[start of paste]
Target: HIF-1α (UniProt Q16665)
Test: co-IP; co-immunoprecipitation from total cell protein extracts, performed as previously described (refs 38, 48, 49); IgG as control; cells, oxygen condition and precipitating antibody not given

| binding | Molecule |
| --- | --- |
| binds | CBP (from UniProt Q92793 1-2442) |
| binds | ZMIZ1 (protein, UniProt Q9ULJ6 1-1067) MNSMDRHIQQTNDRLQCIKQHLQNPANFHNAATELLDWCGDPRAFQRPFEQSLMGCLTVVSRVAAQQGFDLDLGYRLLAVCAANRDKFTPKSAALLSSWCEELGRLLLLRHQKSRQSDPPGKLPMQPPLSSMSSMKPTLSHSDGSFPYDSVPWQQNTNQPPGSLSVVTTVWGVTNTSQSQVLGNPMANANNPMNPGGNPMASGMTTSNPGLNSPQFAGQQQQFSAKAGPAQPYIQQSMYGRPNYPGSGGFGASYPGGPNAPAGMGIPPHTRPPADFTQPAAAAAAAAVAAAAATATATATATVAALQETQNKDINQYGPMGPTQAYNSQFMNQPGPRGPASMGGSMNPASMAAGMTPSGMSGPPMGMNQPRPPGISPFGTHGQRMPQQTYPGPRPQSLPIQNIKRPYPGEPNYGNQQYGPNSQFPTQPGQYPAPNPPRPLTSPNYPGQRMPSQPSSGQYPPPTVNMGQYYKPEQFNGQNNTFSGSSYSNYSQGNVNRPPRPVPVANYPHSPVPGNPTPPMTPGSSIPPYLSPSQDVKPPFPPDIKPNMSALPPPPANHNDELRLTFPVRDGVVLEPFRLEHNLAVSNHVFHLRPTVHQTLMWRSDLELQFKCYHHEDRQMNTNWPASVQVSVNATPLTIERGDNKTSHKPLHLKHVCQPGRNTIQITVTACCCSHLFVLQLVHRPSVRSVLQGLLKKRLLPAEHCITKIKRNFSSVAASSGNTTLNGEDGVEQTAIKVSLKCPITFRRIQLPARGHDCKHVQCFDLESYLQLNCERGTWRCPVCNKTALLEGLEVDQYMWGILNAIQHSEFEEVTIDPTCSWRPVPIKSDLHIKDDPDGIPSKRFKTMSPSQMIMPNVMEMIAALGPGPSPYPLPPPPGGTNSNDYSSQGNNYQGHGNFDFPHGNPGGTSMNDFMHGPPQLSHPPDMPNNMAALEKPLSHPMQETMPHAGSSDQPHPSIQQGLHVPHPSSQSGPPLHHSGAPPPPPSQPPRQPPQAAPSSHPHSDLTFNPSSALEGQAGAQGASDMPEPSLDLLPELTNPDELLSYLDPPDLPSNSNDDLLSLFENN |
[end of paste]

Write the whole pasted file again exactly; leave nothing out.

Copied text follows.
Target: HIF-1α (UniProt Q16665)
Test: co-IP; co-immunoprecipitation from total cell protein extracts, performed as previously described (refs 38, 48, 49); IgG as control; cells, oxygen condition and precipitating antibody not given

| binding | Molecule |
| --- | --- |
| binds | CBP (from UniProt Q92793 1-2442) |
| binds | ZMIZ1 (protein, UniProt Q9ULJ6 1-1067) MNSMDRHIQQTNDRLQCIKQHLQNPANFHNAATELLDWCGDPRAFQRPFEQSLMGCLTVVSRVAAQQGFDLDLGYRLLAVCAANRDKFTPKSAALLSSWCEELGRLLLLRHQKSRQSDPPGKLPMQPPLSSMSSMKPTLSHSDGSFPYDSVPWQQNTNQPPGSLSVVTTVWGVTNTSQSQVLGNPMANANNPMNPGGNPMASGMTTSNPGLNSPQFAGQQQQFSAKAGPAQPYIQQSMYGRPNYPGSGGFGASYPGGPNAPAGMGIPPHTRPPADFTQPAAAAAAAAVAAAAATATATATATVAALQETQNKDINQYGPMGPTQAYNSQFMNQPGPRGPASMGGSMNPASMAAGMTPSGMSGPPMGMNQPRPPGISPFGTHGQRMPQQTYPGPRPQSLPIQNIKRPYPGEPNYGNQQYGPNSQFPTQPGQYPAPNPPRPLTSPNYPGQRMPSQPSSGQYPPPTVNMGQYYKPEQFNGQNNTFSGSSYSNYSQGNVNRPPRPVPVANYPHSPVPGNPTPPMTPGSSIPPYLSPSQDVKPPFPPDIKPNMSALPPPPANHNDELRLTFPVRDGVVLEPFRLEHNLAVSNHVFHLRPTVHQTLMWRSDLELQFKCYHHEDRQMNTNWPASVQVSVNATPLTIERGDNKTSHKPLHLKHVCQPGRNTIQITVTACCCSHLFVLQLVHRPSVRSVLQGLLKKRLLPAEHCITKIKRNFSSVAASSGNTTLNGEDGVEQTAIKVSLKCPITFRRIQLPARGHDCKHVQCFDLESYLQLNCERGTWRCPVCNKTALLEGLEVDQYMWGILNAIQHSEFEEVTIDPTCSWRPVPIKSDLHIKDDPDGIPSKRFKTMSPSQMIMPNVMEMIAALGPGPSPYPLPPPPGGTNSNDYSSQGNNYQGHGNFDFPHGNPGGTSMNDFMHGPPQLSHPPDMPNNMAALEKPLSHPMQETMPHAGSSDQPHPSIQQGLHVPHPSSQSGPPLHHSGAPPPPPSQPPRQPPQAAPSSHPHSDLTFNPSSALEGQAGAQGASDMPEPSLDLLPELTNPDELLSYLDPPDLPSNSNDDLLSLFENN |